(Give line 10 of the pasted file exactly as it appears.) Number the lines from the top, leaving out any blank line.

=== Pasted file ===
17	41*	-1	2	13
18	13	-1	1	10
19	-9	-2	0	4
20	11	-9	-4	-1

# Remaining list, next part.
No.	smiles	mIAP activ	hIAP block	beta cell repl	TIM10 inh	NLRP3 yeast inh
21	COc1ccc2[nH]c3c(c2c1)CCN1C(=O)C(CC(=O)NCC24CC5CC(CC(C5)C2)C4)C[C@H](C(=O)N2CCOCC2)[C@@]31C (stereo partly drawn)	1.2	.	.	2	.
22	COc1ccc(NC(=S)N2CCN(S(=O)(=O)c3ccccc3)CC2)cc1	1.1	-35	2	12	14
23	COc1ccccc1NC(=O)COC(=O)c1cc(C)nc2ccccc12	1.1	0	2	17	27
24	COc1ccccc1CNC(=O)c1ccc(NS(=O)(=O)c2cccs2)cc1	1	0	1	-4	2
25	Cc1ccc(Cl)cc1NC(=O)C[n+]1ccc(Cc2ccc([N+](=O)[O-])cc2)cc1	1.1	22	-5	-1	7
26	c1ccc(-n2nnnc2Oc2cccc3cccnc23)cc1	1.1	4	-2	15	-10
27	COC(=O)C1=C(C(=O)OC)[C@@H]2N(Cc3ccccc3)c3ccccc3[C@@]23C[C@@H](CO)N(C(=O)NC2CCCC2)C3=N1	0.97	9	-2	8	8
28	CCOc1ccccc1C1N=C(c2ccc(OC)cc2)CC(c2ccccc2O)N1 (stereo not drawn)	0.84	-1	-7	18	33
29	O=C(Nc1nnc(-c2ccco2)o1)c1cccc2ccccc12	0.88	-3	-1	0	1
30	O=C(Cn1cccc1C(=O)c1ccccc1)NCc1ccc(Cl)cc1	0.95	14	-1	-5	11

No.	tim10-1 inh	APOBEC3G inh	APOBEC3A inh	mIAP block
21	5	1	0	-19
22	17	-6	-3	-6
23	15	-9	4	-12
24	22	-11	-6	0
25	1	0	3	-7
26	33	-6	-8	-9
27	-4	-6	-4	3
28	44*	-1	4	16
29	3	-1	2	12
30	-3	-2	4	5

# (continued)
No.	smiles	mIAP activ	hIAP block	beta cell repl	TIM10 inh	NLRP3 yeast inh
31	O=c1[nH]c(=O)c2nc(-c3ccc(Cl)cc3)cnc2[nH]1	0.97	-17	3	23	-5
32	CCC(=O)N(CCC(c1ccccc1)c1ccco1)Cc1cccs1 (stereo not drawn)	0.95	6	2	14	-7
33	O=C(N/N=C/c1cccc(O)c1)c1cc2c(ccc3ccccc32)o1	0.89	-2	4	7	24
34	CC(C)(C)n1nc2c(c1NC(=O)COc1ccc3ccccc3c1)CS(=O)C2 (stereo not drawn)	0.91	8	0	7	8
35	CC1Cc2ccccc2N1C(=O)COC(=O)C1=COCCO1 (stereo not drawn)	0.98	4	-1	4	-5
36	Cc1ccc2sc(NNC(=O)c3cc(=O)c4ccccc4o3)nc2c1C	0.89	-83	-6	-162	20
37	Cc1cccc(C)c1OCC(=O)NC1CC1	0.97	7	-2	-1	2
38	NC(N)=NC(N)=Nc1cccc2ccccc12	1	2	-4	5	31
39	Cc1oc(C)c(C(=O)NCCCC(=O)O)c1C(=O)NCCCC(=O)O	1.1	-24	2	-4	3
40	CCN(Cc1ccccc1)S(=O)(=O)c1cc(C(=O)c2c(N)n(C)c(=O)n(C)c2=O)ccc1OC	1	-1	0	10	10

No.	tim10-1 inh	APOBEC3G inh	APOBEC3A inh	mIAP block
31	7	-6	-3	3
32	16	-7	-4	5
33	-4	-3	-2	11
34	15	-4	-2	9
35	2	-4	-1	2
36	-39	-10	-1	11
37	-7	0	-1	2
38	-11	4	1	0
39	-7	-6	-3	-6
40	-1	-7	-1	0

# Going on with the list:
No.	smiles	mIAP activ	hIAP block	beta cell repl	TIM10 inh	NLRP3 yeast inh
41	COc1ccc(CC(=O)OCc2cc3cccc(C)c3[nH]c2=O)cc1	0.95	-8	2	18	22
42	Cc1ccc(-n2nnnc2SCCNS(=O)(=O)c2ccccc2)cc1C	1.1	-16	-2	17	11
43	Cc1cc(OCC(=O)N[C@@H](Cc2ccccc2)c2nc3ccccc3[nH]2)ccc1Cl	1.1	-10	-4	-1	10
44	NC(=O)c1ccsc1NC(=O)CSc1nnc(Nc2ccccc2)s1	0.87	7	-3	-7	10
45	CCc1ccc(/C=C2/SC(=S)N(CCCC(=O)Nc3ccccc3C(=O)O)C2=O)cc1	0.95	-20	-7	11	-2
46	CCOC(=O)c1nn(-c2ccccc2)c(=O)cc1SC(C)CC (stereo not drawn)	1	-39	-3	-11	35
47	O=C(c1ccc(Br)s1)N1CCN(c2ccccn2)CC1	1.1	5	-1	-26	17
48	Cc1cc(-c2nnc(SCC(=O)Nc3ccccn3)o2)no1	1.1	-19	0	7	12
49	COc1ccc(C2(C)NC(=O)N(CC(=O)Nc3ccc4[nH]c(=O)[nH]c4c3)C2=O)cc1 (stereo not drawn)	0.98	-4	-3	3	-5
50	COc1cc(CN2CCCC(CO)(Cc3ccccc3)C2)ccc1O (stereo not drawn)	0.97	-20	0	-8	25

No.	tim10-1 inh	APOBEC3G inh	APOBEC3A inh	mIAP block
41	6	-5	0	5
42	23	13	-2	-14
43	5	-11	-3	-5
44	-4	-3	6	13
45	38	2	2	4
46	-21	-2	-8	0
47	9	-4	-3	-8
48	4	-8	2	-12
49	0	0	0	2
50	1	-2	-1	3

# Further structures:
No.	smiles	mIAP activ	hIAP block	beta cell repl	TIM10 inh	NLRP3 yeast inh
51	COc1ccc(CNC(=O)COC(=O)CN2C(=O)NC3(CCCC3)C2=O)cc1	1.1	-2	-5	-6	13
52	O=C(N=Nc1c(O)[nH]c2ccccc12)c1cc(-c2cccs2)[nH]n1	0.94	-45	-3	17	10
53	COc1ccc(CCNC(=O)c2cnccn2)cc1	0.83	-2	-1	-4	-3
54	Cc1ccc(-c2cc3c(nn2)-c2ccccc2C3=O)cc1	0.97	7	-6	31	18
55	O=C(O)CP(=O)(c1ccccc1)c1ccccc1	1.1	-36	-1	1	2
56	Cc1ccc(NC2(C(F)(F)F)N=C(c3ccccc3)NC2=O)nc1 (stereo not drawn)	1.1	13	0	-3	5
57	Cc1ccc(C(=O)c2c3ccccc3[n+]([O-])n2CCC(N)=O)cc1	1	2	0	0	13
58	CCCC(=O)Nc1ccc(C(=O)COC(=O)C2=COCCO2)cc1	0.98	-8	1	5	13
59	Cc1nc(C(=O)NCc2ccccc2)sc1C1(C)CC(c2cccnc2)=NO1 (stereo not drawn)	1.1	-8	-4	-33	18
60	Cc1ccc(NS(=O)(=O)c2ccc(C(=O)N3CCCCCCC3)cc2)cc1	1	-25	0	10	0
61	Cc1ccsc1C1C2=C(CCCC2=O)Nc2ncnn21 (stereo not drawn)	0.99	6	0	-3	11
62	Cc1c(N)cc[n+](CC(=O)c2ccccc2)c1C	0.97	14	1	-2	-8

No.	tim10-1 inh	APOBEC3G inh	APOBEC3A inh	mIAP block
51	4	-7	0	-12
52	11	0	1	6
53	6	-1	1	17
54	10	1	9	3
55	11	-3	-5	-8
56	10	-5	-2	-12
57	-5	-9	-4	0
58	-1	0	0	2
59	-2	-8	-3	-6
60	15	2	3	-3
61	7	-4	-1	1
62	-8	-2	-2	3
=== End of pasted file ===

24	COc1ccccc1CNC(=O)c1ccc(NS(=O)(=O)c2cccs2)cc1	1	0	1	-4	2